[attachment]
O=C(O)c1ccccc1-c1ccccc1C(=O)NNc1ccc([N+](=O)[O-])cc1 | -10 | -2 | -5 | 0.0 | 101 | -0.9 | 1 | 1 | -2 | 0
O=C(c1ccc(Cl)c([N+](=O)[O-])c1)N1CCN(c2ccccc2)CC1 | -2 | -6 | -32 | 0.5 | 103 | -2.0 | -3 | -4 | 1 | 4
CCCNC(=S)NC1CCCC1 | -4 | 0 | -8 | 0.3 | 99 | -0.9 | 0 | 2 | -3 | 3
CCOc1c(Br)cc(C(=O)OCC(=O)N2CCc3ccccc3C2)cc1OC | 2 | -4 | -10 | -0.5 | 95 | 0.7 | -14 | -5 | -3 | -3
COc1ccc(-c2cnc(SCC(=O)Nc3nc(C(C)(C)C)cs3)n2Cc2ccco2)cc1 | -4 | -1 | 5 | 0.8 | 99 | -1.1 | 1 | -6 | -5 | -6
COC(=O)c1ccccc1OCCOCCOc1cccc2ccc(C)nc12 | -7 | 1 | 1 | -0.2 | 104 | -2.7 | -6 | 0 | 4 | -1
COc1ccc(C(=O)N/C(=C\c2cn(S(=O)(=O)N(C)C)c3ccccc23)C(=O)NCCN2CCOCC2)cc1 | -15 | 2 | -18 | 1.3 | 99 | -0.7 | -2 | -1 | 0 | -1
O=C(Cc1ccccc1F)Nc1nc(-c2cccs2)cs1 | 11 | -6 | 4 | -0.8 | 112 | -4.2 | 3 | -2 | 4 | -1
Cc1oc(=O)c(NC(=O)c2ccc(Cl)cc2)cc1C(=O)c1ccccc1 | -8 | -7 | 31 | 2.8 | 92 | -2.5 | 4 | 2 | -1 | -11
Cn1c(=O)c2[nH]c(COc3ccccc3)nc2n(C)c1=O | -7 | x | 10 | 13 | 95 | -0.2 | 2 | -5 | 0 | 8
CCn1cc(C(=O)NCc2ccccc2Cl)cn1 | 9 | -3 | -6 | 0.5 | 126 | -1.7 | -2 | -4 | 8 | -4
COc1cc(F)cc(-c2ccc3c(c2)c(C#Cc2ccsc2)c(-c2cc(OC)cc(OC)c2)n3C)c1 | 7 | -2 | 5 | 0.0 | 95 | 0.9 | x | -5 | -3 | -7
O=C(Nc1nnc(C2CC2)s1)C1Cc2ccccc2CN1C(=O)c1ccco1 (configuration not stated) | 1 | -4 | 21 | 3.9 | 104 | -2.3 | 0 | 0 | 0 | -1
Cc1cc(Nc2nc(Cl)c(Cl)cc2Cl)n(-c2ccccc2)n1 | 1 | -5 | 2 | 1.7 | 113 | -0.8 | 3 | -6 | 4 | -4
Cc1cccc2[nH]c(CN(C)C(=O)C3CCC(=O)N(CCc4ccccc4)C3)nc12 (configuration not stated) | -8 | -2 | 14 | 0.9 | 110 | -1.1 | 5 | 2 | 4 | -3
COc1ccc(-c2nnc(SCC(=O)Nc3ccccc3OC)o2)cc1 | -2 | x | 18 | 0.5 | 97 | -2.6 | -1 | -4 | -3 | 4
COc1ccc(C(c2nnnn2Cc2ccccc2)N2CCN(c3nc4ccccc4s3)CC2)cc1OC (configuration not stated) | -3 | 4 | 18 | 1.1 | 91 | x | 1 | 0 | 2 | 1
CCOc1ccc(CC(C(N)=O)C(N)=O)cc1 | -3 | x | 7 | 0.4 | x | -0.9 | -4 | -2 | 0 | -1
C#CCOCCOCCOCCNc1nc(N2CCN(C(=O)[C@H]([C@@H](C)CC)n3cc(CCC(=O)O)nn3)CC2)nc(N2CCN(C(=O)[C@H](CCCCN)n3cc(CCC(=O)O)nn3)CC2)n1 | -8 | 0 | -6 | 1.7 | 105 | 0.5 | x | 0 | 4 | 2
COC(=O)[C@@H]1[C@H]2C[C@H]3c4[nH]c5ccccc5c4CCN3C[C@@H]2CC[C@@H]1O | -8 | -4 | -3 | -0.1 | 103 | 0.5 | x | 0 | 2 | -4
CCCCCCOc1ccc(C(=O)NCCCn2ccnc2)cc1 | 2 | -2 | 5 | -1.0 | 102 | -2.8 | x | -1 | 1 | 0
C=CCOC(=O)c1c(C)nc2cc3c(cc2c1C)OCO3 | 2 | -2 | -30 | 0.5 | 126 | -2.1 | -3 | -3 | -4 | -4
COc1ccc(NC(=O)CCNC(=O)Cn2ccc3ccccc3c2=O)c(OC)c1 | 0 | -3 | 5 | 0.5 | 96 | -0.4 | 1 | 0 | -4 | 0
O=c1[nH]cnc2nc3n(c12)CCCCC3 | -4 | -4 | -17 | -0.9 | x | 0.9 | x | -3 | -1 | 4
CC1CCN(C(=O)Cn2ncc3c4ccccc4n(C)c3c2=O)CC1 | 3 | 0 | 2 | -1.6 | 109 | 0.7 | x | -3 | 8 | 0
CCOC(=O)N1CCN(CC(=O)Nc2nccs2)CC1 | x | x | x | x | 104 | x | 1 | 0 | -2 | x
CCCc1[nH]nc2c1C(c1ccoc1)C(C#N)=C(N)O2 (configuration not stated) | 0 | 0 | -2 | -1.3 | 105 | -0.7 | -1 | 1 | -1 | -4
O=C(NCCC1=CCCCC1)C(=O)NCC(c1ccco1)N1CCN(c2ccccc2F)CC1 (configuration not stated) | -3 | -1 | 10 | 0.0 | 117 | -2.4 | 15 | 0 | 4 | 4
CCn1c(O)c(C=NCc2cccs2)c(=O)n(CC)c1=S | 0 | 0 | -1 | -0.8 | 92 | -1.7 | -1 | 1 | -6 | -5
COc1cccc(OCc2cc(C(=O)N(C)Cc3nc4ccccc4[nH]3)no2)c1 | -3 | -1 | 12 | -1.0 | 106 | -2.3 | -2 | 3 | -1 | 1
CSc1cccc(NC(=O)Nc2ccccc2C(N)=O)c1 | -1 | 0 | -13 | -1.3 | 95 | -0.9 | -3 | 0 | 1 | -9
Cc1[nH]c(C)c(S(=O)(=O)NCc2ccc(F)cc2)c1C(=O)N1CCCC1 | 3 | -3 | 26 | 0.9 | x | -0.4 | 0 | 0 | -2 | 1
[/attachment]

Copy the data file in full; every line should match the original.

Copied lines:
O=C(O)c1ccccc1-c1ccccc1C(=O)NNc1ccc([N+](=O)[O-])cc1 | -10 | -2 | -5 | 0.0 | 101 | -0.9 | 1 | 1 | -2 | 0
O=C(c1ccc(Cl)c([N+](=O)[O-])c1)N1CCN(c2ccccc2)CC1 | -2 | -6 | -32 | 0.5 | 103 | -2.0 | -3 | -4 | 1 | 4
CCCNC(=S)NC1CCCC1 | -4 | 0 | -8 | 0.3 | 99 | -0.9 | 0 | 2 | -3 | 3
CCOc1c(Br)cc(C(=O)OCC(=O)N2CCc3ccccc3C2)cc1OC | 2 | -4 | -10 | -0.5 | 95 | 0.7 | -14 | -5 | -3 | -3
COc1ccc(-c2cnc(SCC(=O)Nc3nc(C(C)(C)C)cs3)n2Cc2ccco2)cc1 | -4 | -1 | 5 | 0.8 | 99 | -1.1 | 1 | -6 | -5 | -6
COC(=O)c1ccccc1OCCOCCOc1cccc2ccc(C)nc12 | -7 | 1 | 1 | -0.2 | 104 | -2.7 | -6 | 0 | 4 | -1
COc1ccc(C(=O)N/C(=C\c2cn(S(=O)(=O)N(C)C)c3ccccc23)C(=O)NCCN2CCOCC2)cc1 | -15 | 2 | -18 | 1.3 | 99 | -0.7 | -2 | -1 | 0 | -1
O=C(Cc1ccccc1F)Nc1nc(-c2cccs2)cs1 | 11 | -6 | 4 | -0.8 | 112 | -4.2 | 3 | -2 | 4 | -1
Cc1oc(=O)c(NC(=O)c2ccc(Cl)cc2)cc1C(=O)c1ccccc1 | -8 | -7 | 31 | 2.8 | 92 | -2.5 | 4 | 2 | -1 | -11
Cn1c(=O)c2[nH]c(COc3ccccc3)nc2n(C)c1=O | -7 | x | 10 | 13 | 95 | -0.2 | 2 | -5 | 0 | 8
CCn1cc(C(=O)NCc2ccccc2Cl)cn1 | 9 | -3 | -6 | 0.5 | 126 | -1.7 | -2 | -4 | 8 | -4
COc1cc(F)cc(-c2ccc3c(c2)c(C#Cc2ccsc2)c(-c2cc(OC)cc(OC)c2)n3C)c1 | 7 | -2 | 5 | 0.0 | 95 | 0.9 | x | -5 | -3 | -7
O=C(Nc1nnc(C2CC2)s1)C1Cc2ccccc2CN1C(=O)c1ccco1 (configuration not stated) | 1 | -4 | 21 | 3.9 | 104 | -2.3 | 0 | 0 | 0 | -1
Cc1cc(Nc2nc(Cl)c(Cl)cc2Cl)n(-c2ccccc2)n1 | 1 | -5 | 2 | 1.7 | 113 | -0.8 | 3 | -6 | 4 | -4
Cc1cccc2[nH]c(CN(C)C(=O)C3CCC(=O)N(CCc4ccccc4)C3)nc12 (configuration not stated) | -8 | -2 | 14 | 0.9 | 110 | -1.1 | 5 | 2 | 4 | -3
COc1ccc(-c2nnc(SCC(=O)Nc3ccccc3OC)o2)cc1 | -2 | x | 18 | 0.5 | 97 | -2.6 | -1 | -4 | -3 | 4
COc1ccc(C(c2nnnn2Cc2ccccc2)N2CCN(c3nc4ccccc4s3)CC2)cc1OC (configuration not stated) | -3 | 4 | 18 | 1.1 | 91 | x | 1 | 0 | 2 | 1
CCOc1ccc(CC(C(N)=O)C(N)=O)cc1 | -3 | x | 7 | 0.4 | x | -0.9 | -4 | -2 | 0 | -1
C#CCOCCOCCOCCNc1nc(N2CCN(C(=O)[C@H]([C@@H](C)CC)n3cc(CCC(=O)O)nn3)CC2)nc(N2CCN(C(=O)[C@H](CCCCN)n3cc(CCC(=O)O)nn3)CC2)n1 | -8 | 0 | -6 | 1.7 | 105 | 0.5 | x | 0 | 4 | 2
COC(=O)[C@@H]1[C@H]2C[C@H]3c4[nH]c5ccccc5c4CCN3C[C@@H]2CC[C@@H]1O | -8 | -4 | -3 | -0.1 | 103 | 0.5 | x | 0 | 2 | -4
CCCCCCOc1ccc(C(=O)NCCCn2ccnc2)cc1 | 2 | -2 | 5 | -1.0 | 102 | -2.8 | x | -1 | 1 | 0
C=CCOC(=O)c1c(C)nc2cc3c(cc2c1C)OCO3 | 2 | -2 | -30 | 0.5 | 126 | -2.1 | -3 | -3 | -4 | -4
COc1ccc(NC(=O)CCNC(=O)Cn2ccc3ccccc3c2=O)c(OC)c1 | 0 | -3 | 5 | 0.5 | 96 | -0.4 | 1 | 0 | -4 | 0
O=c1[nH]cnc2nc3n(c12)CCCCC3 | -4 | -4 | -17 | -0.9 | x | 0.9 | x | -3 | -1 | 4
CC1CCN(C(=O)Cn2ncc3c4ccccc4n(C)c3c2=O)CC1 | 3 | 0 | 2 | -1.6 | 109 | 0.7 | x | -3 | 8 | 0
CCOC(=O)N1CCN(CC(=O)Nc2nccs2)CC1 | x | x | x | x | 104 | x | 1 | 0 | -2 | x
CCCc1[nH]nc2c1C(c1ccoc1)C(C#N)=C(N)O2 (configuration not stated) | 0 | 0 | -2 | -1.3 | 105 | -0.7 | -1 | 1 | -1 | -4
O=C(NCCC1=CCCCC1)C(=O)NCC(c1ccco1)N1CCN(c2ccccc2F)CC1 (configuration not stated) | -3 | -1 | 10 | 0.0 | 117 | -2.4 | 15 | 0 | 4 | 4
CCn1c(O)c(C=NCc2cccs2)c(=O)n(CC)c1=S | 0 | 0 | -1 | -0.8 | 92 | -1.7 | -1 | 1 | -6 | -5
COc1cccc(OCc2cc(C(=O)N(C)Cc3nc4ccccc4[nH]3)no2)c1 | -3 | -1 | 12 | -1.0 | 106 | -2.3 | -2 | 3 | -1 | 1
CSc1cccc(NC(=O)Nc2ccccc2C(N)=O)c1 | -1 | 0 | -13 | -1.3 | 95 | -0.9 | -3 | 0 | 1 | -9
Cc1[nH]c(C)c(S(=O)(=O)NCc2ccc(F)cc2)c1C(=O)N1CCCC1 | 3 | -3 | 26 | 0.9 | x | -0.4 | 0 | 0 | -2 | 1